KG: I want everyone that wears BBB merch to feel like a walking revolution. I created the very first BBB tee for myself because I needed a shield and statement. I remember putting on that shirt and feeling like I was wearing something important (for myself and for everyone who read it). Women saw the tee and identified with it."I am a Brown Badass Bonita too! I need that shirt!!" It stirred a sense of pride, empowerment, and community. A few months later, Trump got elected and started spitting horrible things about my community and other oppressed people groups! I needed to do something-- anything. I designed a shirt that clearly communicated where I stood. I wanted to create something people could wear as an act of protest and solidarity. "I STAND WITH BROWN, BLACK, INDIGENOUS, MUSLIM, LGBTQ, UNDOCUMENTED HUMANS" This shirt became a shirt people wore to protests, marches, schools, and small towns where they were a minority. I imagined others reading the shirt and feeling loved and supported-- that's who I create for. People who want to show support and those who need support. Many people get offended by my shirts-- I don't create for them and don't consider them worth my energy.
DL: What advice would you give to other women entrepreneurs hoping to make their businesses grow?
KG: Create from your corazon, from your heart y echale ganas (put effort/gusto into it!). It is not easy, but you are worth it. Growing a business is an act of courage and self love. It also requires a lot from you-- all of you. It asks you to fight for yourself and protect your dreams. It asks you to be humble and remain open to learning and trying (again and again and again). After each time you almost give up, remind yourself why you are doing what you are doing and for who. One of the biggest lessons I learned was to ask for help and to collaborate. Women are resilient as fuck. Women are the strongest beings. We can second guess ourselves a lot. However, when women come together and hold each other up-- we are unstoppable. Surround yourself with badass women who want to see you glow the fuck up. Surround yourself with women who inspire you and will fight alongside you (not against you). This is revolutionary. It will help not only your business-- it will change your life.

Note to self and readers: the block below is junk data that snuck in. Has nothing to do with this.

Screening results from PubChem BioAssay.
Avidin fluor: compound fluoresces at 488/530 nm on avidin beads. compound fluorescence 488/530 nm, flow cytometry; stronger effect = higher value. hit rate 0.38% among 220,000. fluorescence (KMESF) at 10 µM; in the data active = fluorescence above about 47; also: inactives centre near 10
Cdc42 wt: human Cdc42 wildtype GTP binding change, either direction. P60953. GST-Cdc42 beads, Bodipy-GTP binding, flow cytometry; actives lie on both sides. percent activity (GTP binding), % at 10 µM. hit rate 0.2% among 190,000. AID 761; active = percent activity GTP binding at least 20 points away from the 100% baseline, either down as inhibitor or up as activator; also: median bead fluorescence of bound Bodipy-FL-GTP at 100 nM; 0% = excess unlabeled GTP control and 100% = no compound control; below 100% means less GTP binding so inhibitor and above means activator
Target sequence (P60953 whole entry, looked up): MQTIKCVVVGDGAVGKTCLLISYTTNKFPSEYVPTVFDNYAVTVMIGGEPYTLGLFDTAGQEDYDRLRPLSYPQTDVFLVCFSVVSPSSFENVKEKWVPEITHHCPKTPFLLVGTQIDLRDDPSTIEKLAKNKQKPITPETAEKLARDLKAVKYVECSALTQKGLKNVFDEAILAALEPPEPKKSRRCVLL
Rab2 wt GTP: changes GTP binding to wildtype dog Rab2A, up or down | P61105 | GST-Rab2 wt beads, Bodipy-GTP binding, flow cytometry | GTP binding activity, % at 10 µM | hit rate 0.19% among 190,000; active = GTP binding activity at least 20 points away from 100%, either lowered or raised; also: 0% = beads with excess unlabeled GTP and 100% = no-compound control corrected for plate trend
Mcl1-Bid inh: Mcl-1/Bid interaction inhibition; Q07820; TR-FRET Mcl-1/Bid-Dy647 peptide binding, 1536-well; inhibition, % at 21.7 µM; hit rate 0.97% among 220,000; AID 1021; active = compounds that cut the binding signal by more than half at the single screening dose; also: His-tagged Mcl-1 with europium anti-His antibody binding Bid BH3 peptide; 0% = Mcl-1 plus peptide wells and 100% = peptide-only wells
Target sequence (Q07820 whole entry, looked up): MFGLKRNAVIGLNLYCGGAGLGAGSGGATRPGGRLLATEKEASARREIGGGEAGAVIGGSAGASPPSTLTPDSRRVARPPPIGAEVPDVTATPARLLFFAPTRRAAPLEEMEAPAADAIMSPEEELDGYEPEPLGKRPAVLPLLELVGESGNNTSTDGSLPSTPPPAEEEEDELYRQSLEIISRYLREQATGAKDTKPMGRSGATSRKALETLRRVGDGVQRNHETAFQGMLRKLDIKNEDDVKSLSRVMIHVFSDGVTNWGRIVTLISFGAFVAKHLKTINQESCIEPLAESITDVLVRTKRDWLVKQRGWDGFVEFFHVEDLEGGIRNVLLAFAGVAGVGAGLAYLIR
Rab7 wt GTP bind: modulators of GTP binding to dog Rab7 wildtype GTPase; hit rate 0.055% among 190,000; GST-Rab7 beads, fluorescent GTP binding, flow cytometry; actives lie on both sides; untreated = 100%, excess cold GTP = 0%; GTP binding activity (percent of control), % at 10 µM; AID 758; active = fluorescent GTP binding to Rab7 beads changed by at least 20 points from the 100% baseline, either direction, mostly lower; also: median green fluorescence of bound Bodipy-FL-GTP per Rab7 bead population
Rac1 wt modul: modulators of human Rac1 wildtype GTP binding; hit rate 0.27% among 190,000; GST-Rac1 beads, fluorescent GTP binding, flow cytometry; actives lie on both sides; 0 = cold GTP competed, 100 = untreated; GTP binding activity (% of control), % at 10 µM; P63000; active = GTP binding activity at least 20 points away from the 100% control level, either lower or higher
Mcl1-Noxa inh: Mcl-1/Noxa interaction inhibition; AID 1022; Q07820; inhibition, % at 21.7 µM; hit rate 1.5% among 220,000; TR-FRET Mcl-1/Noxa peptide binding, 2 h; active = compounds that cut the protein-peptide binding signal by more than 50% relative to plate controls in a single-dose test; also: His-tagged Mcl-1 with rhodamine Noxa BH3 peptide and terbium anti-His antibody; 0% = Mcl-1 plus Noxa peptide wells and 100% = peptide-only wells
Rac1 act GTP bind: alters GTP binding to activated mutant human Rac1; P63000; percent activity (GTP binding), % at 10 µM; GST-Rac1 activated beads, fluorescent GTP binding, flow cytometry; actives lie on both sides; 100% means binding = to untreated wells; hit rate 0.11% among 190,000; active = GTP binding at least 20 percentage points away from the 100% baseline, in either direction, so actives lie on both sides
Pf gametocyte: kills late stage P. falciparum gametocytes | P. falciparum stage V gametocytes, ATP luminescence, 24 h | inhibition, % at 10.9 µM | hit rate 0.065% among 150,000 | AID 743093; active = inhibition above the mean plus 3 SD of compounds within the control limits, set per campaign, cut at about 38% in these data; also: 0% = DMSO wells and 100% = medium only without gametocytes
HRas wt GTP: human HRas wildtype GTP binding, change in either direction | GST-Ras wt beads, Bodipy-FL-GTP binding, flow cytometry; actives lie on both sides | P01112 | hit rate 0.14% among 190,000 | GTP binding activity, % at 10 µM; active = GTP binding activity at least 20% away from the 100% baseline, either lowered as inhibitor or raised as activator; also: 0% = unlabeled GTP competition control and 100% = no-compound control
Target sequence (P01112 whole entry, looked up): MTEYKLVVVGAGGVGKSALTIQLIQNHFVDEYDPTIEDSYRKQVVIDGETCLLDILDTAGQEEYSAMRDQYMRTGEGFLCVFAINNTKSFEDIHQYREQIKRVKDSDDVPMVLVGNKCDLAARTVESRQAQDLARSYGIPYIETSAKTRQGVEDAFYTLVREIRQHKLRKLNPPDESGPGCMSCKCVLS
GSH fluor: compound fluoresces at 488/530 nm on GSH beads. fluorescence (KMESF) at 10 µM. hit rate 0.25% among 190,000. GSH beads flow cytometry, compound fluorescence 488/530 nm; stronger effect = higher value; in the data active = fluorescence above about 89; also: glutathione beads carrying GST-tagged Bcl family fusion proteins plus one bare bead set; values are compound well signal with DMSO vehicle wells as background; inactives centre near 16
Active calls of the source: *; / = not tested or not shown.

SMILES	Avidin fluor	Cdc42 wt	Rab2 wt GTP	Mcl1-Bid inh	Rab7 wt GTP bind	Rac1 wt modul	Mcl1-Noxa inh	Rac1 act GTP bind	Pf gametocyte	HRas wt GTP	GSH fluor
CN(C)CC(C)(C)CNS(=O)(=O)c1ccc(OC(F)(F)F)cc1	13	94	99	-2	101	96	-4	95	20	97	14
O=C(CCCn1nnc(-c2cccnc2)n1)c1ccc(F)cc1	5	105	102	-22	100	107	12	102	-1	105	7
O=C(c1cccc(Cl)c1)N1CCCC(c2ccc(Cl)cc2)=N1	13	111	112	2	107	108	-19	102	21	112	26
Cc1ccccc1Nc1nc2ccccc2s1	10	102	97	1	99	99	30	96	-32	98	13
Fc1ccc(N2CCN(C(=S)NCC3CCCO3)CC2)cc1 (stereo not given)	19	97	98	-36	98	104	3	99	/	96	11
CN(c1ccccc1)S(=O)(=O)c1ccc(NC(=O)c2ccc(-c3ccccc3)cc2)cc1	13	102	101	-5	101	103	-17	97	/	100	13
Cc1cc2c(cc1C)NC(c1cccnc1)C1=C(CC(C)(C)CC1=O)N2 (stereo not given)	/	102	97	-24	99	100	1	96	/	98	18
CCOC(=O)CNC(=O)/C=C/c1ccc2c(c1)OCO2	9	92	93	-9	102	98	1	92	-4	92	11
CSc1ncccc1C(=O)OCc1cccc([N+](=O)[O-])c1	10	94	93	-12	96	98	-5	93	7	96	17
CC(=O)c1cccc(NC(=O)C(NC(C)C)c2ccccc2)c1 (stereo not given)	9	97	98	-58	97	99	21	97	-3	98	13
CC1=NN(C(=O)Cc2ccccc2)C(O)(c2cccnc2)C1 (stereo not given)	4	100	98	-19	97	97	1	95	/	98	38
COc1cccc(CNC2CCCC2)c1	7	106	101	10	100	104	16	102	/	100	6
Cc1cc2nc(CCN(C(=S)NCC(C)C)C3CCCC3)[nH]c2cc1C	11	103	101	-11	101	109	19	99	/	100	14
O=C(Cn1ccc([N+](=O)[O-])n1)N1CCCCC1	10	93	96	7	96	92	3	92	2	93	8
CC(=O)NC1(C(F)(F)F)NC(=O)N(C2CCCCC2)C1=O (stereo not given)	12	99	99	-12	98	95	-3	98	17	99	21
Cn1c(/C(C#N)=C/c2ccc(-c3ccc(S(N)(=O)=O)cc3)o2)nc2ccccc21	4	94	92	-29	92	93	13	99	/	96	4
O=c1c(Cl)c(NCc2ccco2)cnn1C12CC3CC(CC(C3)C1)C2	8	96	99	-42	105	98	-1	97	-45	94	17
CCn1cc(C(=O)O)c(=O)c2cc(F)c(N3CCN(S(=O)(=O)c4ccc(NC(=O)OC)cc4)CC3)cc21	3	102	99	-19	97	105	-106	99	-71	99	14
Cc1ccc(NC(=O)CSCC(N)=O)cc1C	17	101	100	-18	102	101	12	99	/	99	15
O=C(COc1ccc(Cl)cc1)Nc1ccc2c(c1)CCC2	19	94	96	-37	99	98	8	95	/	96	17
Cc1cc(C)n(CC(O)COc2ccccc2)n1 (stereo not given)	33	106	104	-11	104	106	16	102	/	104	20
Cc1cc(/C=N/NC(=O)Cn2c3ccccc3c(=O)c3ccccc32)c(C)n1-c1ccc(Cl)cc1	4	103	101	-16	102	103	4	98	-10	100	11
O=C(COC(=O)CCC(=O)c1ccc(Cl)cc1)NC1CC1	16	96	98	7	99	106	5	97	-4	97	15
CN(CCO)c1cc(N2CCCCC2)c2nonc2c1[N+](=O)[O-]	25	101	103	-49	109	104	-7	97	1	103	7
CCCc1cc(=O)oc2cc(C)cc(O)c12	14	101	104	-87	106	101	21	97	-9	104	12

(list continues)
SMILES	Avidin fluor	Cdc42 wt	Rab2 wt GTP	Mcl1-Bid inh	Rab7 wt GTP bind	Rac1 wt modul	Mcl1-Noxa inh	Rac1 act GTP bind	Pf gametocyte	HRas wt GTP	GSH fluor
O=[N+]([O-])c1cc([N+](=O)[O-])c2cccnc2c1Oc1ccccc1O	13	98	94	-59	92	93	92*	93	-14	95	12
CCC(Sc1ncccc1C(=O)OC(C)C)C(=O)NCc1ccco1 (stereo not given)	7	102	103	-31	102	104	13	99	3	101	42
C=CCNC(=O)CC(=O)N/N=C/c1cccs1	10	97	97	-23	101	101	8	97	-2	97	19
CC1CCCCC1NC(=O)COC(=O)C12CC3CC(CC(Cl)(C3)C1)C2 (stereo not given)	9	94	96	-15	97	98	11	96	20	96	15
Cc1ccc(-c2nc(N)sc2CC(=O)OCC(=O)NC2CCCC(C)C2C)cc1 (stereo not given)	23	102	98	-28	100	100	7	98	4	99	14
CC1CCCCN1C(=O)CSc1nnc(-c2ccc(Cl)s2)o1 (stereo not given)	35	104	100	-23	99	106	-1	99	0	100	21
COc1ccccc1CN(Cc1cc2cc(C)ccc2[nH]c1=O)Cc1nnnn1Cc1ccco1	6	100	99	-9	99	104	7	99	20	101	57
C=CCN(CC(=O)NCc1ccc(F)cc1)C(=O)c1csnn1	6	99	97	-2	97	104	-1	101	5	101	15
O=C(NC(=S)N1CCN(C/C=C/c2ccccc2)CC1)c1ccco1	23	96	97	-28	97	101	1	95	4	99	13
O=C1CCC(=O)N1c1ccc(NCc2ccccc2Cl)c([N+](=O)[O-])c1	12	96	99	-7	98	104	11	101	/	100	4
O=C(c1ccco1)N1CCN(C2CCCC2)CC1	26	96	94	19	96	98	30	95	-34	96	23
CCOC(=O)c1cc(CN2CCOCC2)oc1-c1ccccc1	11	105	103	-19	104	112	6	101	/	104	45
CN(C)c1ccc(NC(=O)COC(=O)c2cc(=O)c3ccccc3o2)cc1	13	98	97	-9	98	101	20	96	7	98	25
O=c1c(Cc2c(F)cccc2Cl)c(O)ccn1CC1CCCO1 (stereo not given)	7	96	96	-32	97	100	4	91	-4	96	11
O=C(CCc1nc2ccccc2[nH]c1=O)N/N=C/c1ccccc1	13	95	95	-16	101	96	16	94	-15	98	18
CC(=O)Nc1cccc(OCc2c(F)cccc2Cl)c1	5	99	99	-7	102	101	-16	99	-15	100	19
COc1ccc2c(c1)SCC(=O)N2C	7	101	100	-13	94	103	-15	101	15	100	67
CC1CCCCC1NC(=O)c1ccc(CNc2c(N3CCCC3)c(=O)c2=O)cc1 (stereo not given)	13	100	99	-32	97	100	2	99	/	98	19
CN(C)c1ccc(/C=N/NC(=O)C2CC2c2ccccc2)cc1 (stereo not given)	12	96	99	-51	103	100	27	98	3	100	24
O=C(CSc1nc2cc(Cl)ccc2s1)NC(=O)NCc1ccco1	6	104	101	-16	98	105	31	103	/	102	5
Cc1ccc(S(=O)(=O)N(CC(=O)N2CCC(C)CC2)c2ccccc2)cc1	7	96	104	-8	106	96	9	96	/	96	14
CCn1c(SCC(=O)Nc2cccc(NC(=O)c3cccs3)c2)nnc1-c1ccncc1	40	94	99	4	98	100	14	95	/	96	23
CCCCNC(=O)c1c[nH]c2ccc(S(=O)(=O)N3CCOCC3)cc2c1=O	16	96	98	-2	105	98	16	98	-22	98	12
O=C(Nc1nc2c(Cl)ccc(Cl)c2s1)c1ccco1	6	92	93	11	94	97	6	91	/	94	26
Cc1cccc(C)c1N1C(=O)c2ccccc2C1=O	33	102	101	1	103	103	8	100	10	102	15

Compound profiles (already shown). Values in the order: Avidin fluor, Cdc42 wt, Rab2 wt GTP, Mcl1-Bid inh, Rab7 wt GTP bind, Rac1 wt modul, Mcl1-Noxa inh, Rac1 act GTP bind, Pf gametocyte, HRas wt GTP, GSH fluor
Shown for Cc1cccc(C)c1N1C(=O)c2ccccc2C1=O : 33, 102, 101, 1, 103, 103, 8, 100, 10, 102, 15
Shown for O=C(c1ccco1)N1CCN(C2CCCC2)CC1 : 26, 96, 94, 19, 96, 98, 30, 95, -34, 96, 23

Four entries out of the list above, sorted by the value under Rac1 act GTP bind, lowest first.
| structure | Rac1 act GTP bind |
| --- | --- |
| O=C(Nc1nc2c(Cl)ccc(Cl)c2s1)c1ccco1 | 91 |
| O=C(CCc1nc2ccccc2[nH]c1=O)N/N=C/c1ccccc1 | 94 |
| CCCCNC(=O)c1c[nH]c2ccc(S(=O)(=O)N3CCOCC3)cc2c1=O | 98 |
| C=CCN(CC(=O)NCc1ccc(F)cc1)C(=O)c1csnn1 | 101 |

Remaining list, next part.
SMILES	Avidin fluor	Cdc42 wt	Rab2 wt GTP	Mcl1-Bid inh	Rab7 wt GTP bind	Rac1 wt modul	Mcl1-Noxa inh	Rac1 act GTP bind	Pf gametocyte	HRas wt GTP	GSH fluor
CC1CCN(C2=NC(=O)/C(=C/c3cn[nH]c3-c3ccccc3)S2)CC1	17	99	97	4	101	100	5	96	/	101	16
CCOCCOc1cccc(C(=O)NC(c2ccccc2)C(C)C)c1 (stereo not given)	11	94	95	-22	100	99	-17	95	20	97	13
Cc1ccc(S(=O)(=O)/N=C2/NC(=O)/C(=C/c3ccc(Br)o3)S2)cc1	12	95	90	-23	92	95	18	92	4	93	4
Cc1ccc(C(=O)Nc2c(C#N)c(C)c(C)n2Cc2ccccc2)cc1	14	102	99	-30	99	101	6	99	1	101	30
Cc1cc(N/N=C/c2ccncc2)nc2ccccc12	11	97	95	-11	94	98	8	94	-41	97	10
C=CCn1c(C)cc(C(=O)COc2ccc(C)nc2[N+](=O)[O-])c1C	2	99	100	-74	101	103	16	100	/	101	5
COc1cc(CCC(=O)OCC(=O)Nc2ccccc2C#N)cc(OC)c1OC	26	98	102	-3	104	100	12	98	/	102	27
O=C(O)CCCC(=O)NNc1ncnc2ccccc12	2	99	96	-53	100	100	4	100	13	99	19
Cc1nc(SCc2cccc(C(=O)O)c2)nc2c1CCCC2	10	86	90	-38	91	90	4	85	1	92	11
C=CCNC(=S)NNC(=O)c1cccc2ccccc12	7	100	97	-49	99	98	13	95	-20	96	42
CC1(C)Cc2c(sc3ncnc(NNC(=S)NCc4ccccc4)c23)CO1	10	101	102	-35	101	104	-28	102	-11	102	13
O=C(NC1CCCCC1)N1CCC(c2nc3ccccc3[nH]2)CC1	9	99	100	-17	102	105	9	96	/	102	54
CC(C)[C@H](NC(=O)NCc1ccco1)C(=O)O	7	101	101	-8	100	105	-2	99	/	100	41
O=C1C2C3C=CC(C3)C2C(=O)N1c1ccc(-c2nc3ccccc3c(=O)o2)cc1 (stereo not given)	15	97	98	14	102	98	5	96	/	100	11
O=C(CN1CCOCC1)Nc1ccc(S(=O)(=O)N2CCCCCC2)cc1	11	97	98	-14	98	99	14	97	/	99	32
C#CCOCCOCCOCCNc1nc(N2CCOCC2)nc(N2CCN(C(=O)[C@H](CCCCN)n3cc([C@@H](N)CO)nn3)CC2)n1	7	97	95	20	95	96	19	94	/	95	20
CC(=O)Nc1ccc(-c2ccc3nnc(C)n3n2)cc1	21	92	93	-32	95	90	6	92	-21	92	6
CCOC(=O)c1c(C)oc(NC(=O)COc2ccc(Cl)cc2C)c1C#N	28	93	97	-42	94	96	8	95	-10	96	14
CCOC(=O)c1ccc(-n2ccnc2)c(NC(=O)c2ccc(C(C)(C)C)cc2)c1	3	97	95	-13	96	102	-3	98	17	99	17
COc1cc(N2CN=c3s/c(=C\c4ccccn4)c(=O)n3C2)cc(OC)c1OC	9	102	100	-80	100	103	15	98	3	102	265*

KG: This year I threw out my to do list and created a to be list. I will be present, loving (to self and my community), and intentional with my time, energy, and healing. I will be a reason why my community grows wings and my family continues to break toxic cycles. I will grow in my identity as a writer and be courageous in following my calling. I won't be afraid to rest and to believe I am worthy of love and joy. These are my most important goals this year. I hope you see me grow in my self love, hear my voice get stronger, and see me step more fully into radical joy.
DL: And last but not least, how would you define your personal style? What from your past has encouraged your fashion choices?
KG: I would describe my personal style as "free"-- I wear things that make me feel like I am a liberated woman. Sometimes that looks like a flowy, linen, magenta dress made in Tepoztlan, Mexico. Other times it looks like a sexy bodysuit I bought online. I love florals and embroidered prints. I love sexy things which require me to have courage if I want to wear them out in public. There are times my grandma looks at me and says "Why in the hell would you wear that?!" and other times she says "Wow! You look sexy and elegant." Both of those make me feel like hitting the mark with my style.